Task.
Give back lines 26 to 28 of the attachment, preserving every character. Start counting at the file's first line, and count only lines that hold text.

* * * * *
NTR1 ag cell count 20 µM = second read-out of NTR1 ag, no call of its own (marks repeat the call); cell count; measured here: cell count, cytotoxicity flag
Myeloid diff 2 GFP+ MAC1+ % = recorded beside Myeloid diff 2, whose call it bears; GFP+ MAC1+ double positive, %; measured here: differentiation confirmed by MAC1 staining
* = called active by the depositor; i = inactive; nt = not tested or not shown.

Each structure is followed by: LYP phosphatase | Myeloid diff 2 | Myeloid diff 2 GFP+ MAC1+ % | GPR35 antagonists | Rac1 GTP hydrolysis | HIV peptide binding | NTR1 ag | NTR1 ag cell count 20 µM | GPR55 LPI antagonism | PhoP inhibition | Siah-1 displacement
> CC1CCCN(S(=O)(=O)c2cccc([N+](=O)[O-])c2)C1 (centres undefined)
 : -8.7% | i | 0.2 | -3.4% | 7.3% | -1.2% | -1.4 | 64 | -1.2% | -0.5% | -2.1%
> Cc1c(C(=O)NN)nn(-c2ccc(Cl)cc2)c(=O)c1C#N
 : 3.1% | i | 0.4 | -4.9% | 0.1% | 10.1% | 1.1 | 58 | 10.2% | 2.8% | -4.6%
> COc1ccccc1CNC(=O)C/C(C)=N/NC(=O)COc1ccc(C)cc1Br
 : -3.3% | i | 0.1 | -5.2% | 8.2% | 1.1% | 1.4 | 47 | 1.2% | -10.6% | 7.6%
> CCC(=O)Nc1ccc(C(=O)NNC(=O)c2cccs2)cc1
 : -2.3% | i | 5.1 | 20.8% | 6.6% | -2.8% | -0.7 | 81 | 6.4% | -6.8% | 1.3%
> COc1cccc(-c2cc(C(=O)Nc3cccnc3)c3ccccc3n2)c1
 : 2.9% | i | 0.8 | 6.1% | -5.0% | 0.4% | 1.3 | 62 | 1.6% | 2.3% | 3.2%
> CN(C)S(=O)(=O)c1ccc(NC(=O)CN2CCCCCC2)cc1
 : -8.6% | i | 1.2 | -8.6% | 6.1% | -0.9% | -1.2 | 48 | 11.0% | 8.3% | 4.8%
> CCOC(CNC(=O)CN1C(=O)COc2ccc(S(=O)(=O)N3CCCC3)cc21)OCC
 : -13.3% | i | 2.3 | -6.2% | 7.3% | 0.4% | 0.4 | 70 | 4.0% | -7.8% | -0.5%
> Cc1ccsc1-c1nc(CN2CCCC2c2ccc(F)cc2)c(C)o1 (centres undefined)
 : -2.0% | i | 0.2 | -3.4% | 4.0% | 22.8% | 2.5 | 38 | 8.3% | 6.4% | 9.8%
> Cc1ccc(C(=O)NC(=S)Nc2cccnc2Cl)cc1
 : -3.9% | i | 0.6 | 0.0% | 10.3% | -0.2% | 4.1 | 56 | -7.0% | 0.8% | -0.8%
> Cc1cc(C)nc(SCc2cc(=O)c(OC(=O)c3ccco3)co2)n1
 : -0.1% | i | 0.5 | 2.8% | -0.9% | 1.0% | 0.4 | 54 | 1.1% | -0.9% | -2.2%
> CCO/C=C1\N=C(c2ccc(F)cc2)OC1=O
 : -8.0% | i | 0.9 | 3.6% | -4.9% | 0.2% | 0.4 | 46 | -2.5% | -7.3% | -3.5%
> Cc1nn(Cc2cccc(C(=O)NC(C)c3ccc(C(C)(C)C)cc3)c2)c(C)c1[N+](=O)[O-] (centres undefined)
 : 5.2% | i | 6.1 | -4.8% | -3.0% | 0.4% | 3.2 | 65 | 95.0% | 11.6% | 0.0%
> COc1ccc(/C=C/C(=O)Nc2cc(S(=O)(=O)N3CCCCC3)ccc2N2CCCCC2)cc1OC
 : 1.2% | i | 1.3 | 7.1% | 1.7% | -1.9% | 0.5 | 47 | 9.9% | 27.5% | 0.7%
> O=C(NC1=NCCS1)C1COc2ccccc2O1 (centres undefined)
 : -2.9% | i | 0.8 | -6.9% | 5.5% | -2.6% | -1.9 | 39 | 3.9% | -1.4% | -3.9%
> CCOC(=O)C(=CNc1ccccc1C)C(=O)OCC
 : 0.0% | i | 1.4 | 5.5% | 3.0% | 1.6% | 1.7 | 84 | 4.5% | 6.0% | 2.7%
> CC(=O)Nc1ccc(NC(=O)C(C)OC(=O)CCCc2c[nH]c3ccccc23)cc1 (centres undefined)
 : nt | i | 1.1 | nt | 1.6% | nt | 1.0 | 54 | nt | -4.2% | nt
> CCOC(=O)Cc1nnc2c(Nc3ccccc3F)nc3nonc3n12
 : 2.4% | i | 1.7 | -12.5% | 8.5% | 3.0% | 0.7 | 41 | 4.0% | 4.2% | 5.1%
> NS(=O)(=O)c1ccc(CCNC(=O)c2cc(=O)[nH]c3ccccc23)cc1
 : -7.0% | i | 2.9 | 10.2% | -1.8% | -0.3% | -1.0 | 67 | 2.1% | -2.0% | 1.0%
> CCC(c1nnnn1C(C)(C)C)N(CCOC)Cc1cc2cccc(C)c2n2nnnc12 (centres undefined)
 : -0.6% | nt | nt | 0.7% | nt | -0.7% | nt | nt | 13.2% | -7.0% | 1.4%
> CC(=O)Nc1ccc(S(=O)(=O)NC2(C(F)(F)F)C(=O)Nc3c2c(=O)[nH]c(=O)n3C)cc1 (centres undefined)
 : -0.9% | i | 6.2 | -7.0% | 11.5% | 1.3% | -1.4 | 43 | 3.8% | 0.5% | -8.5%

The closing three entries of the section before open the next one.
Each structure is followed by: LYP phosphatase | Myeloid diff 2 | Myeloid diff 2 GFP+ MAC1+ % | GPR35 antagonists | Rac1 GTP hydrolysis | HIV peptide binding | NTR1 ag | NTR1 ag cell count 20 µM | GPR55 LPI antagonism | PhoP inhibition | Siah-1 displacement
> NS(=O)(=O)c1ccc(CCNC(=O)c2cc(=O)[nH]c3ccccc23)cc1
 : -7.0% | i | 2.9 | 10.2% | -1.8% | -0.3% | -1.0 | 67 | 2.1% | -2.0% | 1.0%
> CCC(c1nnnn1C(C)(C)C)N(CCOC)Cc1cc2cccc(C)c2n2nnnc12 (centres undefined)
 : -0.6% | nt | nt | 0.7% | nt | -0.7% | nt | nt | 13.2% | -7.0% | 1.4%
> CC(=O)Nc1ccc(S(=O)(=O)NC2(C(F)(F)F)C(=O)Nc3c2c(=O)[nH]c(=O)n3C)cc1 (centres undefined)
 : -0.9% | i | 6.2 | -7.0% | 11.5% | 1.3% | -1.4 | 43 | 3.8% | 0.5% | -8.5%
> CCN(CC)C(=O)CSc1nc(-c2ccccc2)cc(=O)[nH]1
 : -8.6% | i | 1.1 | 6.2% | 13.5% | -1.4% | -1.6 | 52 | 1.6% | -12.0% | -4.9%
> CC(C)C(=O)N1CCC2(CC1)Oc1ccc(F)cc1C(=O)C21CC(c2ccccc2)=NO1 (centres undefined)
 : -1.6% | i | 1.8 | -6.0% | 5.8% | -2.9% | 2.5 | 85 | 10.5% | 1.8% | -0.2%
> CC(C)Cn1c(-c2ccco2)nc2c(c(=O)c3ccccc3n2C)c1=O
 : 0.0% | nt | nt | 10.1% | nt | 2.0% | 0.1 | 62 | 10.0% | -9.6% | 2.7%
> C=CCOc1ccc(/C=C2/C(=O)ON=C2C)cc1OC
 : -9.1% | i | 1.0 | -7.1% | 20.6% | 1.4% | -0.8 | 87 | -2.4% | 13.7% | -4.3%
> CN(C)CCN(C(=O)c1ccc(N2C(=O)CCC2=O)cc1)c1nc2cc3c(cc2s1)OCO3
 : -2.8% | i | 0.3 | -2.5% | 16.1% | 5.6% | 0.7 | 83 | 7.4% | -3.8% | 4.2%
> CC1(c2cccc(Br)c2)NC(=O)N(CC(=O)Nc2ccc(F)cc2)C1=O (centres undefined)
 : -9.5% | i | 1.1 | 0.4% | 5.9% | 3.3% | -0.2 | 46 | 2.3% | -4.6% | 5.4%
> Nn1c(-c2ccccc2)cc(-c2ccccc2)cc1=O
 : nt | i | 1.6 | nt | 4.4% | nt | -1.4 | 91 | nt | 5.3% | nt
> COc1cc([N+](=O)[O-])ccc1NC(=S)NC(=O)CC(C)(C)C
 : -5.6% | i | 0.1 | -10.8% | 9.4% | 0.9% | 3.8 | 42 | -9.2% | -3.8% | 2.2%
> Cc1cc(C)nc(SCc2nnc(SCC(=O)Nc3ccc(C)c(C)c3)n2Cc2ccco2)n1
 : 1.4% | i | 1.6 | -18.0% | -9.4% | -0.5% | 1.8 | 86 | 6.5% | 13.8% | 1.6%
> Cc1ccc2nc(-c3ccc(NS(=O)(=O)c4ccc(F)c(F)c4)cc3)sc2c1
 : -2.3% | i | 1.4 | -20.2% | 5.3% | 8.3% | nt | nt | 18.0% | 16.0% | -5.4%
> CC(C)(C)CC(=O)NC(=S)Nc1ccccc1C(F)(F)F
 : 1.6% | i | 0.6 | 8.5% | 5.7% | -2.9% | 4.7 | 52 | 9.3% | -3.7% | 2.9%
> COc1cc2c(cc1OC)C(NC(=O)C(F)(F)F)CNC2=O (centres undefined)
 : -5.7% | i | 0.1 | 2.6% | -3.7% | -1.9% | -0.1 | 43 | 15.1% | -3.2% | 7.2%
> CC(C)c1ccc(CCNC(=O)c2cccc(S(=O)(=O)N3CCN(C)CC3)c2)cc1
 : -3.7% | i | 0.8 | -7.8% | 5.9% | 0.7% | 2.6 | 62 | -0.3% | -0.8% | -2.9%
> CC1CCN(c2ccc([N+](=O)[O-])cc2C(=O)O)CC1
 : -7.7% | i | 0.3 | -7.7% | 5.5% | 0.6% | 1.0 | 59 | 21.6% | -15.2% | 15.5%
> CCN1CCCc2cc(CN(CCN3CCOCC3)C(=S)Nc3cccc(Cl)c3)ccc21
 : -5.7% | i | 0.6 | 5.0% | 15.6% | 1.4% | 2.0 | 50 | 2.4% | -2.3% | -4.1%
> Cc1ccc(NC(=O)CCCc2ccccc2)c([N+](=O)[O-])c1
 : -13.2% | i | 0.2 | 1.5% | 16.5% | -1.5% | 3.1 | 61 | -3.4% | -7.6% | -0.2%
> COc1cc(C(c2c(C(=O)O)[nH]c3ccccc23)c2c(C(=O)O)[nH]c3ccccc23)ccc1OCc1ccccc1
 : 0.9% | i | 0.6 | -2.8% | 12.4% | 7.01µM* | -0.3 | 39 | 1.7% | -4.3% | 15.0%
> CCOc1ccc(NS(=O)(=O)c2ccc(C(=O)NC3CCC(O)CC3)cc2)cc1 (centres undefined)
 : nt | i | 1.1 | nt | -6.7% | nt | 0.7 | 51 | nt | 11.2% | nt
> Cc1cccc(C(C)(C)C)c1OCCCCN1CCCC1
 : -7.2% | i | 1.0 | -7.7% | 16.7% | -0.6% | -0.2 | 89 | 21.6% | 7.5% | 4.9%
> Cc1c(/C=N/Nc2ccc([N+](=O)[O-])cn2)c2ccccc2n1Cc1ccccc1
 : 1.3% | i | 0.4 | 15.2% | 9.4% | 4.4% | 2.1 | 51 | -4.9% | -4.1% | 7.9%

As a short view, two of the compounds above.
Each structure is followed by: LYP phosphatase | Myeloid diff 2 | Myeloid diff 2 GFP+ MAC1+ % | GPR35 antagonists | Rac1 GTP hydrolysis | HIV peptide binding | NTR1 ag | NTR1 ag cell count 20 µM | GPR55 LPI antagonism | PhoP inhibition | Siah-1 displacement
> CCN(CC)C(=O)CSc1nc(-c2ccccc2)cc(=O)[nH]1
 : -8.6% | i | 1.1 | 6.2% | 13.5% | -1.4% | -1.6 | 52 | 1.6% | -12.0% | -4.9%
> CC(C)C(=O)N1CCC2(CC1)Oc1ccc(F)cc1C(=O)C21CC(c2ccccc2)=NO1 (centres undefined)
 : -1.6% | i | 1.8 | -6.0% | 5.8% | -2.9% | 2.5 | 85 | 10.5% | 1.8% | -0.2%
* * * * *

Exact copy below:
 : -8.0% | i | 0.9 | 3.6% | -4.9% | 0.2% | 0.4 | 46 | -2.5% | -7.3% | -3.5%
> Cc1nn(Cc2cccc(C(=O)NC(C)c3ccc(C(C)(C)C)cc3)c2)c(C)c1[N+](=O)[O-] (centres undefined)
 : 5.2% | i | 6.1 | -4.8% | -3.0% | 0.4% | 3.2 | 65 | 95.0% | 11.6% | 0.0%